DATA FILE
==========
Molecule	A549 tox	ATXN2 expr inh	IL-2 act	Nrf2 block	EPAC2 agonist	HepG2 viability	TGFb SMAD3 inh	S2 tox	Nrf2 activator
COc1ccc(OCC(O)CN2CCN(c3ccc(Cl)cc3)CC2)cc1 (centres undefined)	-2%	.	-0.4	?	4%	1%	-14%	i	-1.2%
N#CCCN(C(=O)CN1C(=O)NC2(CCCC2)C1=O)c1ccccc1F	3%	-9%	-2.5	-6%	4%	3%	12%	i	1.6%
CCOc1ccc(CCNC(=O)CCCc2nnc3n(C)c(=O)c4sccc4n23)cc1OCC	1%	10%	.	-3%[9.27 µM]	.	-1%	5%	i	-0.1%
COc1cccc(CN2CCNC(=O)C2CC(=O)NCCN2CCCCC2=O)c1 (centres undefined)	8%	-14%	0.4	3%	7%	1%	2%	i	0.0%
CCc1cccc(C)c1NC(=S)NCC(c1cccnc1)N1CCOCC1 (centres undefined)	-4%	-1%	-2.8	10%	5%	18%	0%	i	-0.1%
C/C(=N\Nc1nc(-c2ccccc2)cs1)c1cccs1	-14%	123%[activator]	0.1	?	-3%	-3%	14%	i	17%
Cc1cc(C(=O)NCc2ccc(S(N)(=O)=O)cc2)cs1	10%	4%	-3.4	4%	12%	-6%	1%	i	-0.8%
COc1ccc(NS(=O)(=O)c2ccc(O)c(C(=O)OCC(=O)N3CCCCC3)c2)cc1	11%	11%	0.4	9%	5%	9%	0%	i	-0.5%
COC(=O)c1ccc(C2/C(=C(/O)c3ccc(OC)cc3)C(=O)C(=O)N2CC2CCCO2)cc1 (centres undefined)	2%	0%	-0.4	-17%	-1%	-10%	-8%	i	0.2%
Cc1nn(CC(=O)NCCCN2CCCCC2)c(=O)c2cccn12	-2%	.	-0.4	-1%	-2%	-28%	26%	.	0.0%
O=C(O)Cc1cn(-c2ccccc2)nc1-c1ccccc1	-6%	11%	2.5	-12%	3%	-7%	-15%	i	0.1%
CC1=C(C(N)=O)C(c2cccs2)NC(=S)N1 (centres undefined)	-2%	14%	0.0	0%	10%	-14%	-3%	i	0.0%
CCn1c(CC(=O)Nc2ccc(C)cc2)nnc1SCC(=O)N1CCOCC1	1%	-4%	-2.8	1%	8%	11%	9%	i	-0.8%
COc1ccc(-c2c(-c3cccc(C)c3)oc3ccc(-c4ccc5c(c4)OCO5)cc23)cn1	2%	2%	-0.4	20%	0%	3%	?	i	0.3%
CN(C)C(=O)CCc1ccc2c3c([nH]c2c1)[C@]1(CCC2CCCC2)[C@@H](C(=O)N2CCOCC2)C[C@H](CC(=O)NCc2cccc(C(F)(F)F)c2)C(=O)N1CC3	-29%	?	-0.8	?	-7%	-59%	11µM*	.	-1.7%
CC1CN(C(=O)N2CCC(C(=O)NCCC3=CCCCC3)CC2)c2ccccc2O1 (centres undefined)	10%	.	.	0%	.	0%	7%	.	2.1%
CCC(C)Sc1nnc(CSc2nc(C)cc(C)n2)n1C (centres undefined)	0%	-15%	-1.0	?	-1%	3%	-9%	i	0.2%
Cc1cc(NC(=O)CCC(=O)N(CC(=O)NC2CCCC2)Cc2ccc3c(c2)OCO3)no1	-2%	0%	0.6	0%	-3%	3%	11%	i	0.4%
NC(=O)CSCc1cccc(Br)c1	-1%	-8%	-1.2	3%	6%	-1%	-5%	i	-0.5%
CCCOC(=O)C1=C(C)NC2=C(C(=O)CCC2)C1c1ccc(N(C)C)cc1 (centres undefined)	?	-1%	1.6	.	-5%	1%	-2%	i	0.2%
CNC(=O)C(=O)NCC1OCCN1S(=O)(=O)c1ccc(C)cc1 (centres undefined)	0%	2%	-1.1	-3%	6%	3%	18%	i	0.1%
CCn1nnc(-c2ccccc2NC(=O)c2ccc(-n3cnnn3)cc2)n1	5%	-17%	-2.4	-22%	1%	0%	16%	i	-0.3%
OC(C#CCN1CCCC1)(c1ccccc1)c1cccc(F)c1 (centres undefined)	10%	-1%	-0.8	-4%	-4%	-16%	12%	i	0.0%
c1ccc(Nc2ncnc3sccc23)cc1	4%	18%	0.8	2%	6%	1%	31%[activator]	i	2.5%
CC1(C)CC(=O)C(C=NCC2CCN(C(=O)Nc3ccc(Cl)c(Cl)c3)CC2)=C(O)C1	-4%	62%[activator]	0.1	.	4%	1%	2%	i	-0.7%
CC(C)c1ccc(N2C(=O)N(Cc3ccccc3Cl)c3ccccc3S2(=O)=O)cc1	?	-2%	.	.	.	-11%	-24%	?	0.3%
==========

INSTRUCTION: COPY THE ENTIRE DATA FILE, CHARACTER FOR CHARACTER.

Molecule	A549 tox	ATXN2 expr inh	IL-2 act	Nrf2 block	EPAC2 agonist	HepG2 viability	TGFb SMAD3 inh	S2 tox	Nrf2 activator
COc1ccc(OCC(O)CN2CCN(c3ccc(Cl)cc3)CC2)cc1 (centres undefined)	-2%	.	-0.4	?	4%	1%	-14%	i	-1.2%
N#CCCN(C(=O)CN1C(=O)NC2(CCCC2)C1=O)c1ccccc1F	3%	-9%	-2.5	-6%	4%	3%	12%	i	1.6%
CCOc1ccc(CCNC(=O)CCCc2nnc3n(C)c(=O)c4sccc4n23)cc1OCC	1%	10%	.	-3%[9.27 µM]	.	-1%	5%	i	-0.1%
COc1cccc(CN2CCNC(=O)C2CC(=O)NCCN2CCCCC2=O)c1 (centres undefined)	8%	-14%	0.4	3%	7%	1%	2%	i	0.0%
CCc1cccc(C)c1NC(=S)NCC(c1cccnc1)N1CCOCC1 (centres undefined)	-4%	-1%	-2.8	10%	5%	18%	0%	i	-0.1%
C/C(=N\Nc1nc(-c2ccccc2)cs1)c1cccs1	-14%	123%[activator]	0.1	?	-3%	-3%	14%	i	17%
Cc1cc(C(=O)NCc2ccc(S(N)(=O)=O)cc2)cs1	10%	4%	-3.4	4%	12%	-6%	1%	i	-0.8%
COc1ccc(NS(=O)(=O)c2ccc(O)c(C(=O)OCC(=O)N3CCCCC3)c2)cc1	11%	11%	0.4	9%	5%	9%	0%	i	-0.5%
COC(=O)c1ccc(C2/C(=C(/O)c3ccc(OC)cc3)C(=O)C(=O)N2CC2CCCO2)cc1 (centres undefined)	2%	0%	-0.4	-17%	-1%	-10%	-8%	i	0.2%
Cc1nn(CC(=O)NCCCN2CCCCC2)c(=O)c2cccn12	-2%	.	-0.4	-1%	-2%	-28%	26%	.	0.0%
O=C(O)Cc1cn(-c2ccccc2)nc1-c1ccccc1	-6%	11%	2.5	-12%	3%	-7%	-15%	i	0.1%
CC1=C(C(N)=O)C(c2cccs2)NC(=S)N1 (centres undefined)	-2%	14%	0.0	0%	10%	-14%	-3%	i	0.0%
CCn1c(CC(=O)Nc2ccc(C)cc2)nnc1SCC(=O)N1CCOCC1	1%	-4%	-2.8	1%	8%	11%	9%	i	-0.8%
COc1ccc(-c2c(-c3cccc(C)c3)oc3ccc(-c4ccc5c(c4)OCO5)cc23)cn1	2%	2%	-0.4	20%	0%	3%	?	i	0.3%
CN(C)C(=O)CCc1ccc2c3c([nH]c2c1)[C@]1(CCC2CCCC2)[C@@H](C(=O)N2CCOCC2)C[C@H](CC(=O)NCc2cccc(C(F)(F)F)c2)C(=O)N1CC3	-29%	?	-0.8	?	-7%	-59%	11µM*	.	-1.7%
CC1CN(C(=O)N2CCC(C(=O)NCCC3=CCCCC3)CC2)c2ccccc2O1 (centres undefined)	10%	.	.	0%	.	0%	7%	.	2.1%
CCC(C)Sc1nnc(CSc2nc(C)cc(C)n2)n1C (centres undefined)	0%	-15%	-1.0	?	-1%	3%	-9%	i	0.2%
Cc1cc(NC(=O)CCC(=O)N(CC(=O)NC2CCCC2)Cc2ccc3c(c2)OCO3)no1	-2%	0%	0.6	0%	-3%	3%	11%	i	0.4%
NC(=O)CSCc1cccc(Br)c1	-1%	-8%	-1.2	3%	6%	-1%	-5%	i	-0.5%
CCCOC(=O)C1=C(C)NC2=C(C(=O)CCC2)C1c1ccc(N(C)C)cc1 (centres undefined)	?	-1%	1.6	.	-5%	1%	-2%	i	0.2%
CNC(=O)C(=O)NCC1OCCN1S(=O)(=O)c1ccc(C)cc1 (centres undefined)	0%	2%	-1.1	-3%	6%	3%	18%	i	0.1%
CCn1nnc(-c2ccccc2NC(=O)c2ccc(-n3cnnn3)cc2)n1	5%	-17%	-2.4	-22%	1%	0%	16%	i	-0.3%
OC(C#CCN1CCCC1)(c1ccccc1)c1cccc(F)c1 (centres undefined)	10%	-1%	-0.8	-4%	-4%	-16%	12%	i	0.0%
c1ccc(Nc2ncnc3sccc23)cc1	4%	18%	0.8	2%	6%	1%	31%[activator]	i	2.5%
CC1(C)CC(=O)C(C=NCC2CCN(C(=O)Nc3ccc(Cl)c(Cl)c3)CC2)=C(O)C1	-4%	62%[activator]	0.1	.	4%	1%	2%	i	-0.7%
CC(C)c1ccc(N2C(=O)N(Cc3ccccc3Cl)c3ccccc3S2(=O)=O)cc1	?	-2%	.	.	.	-11%	-24%	?	0.3%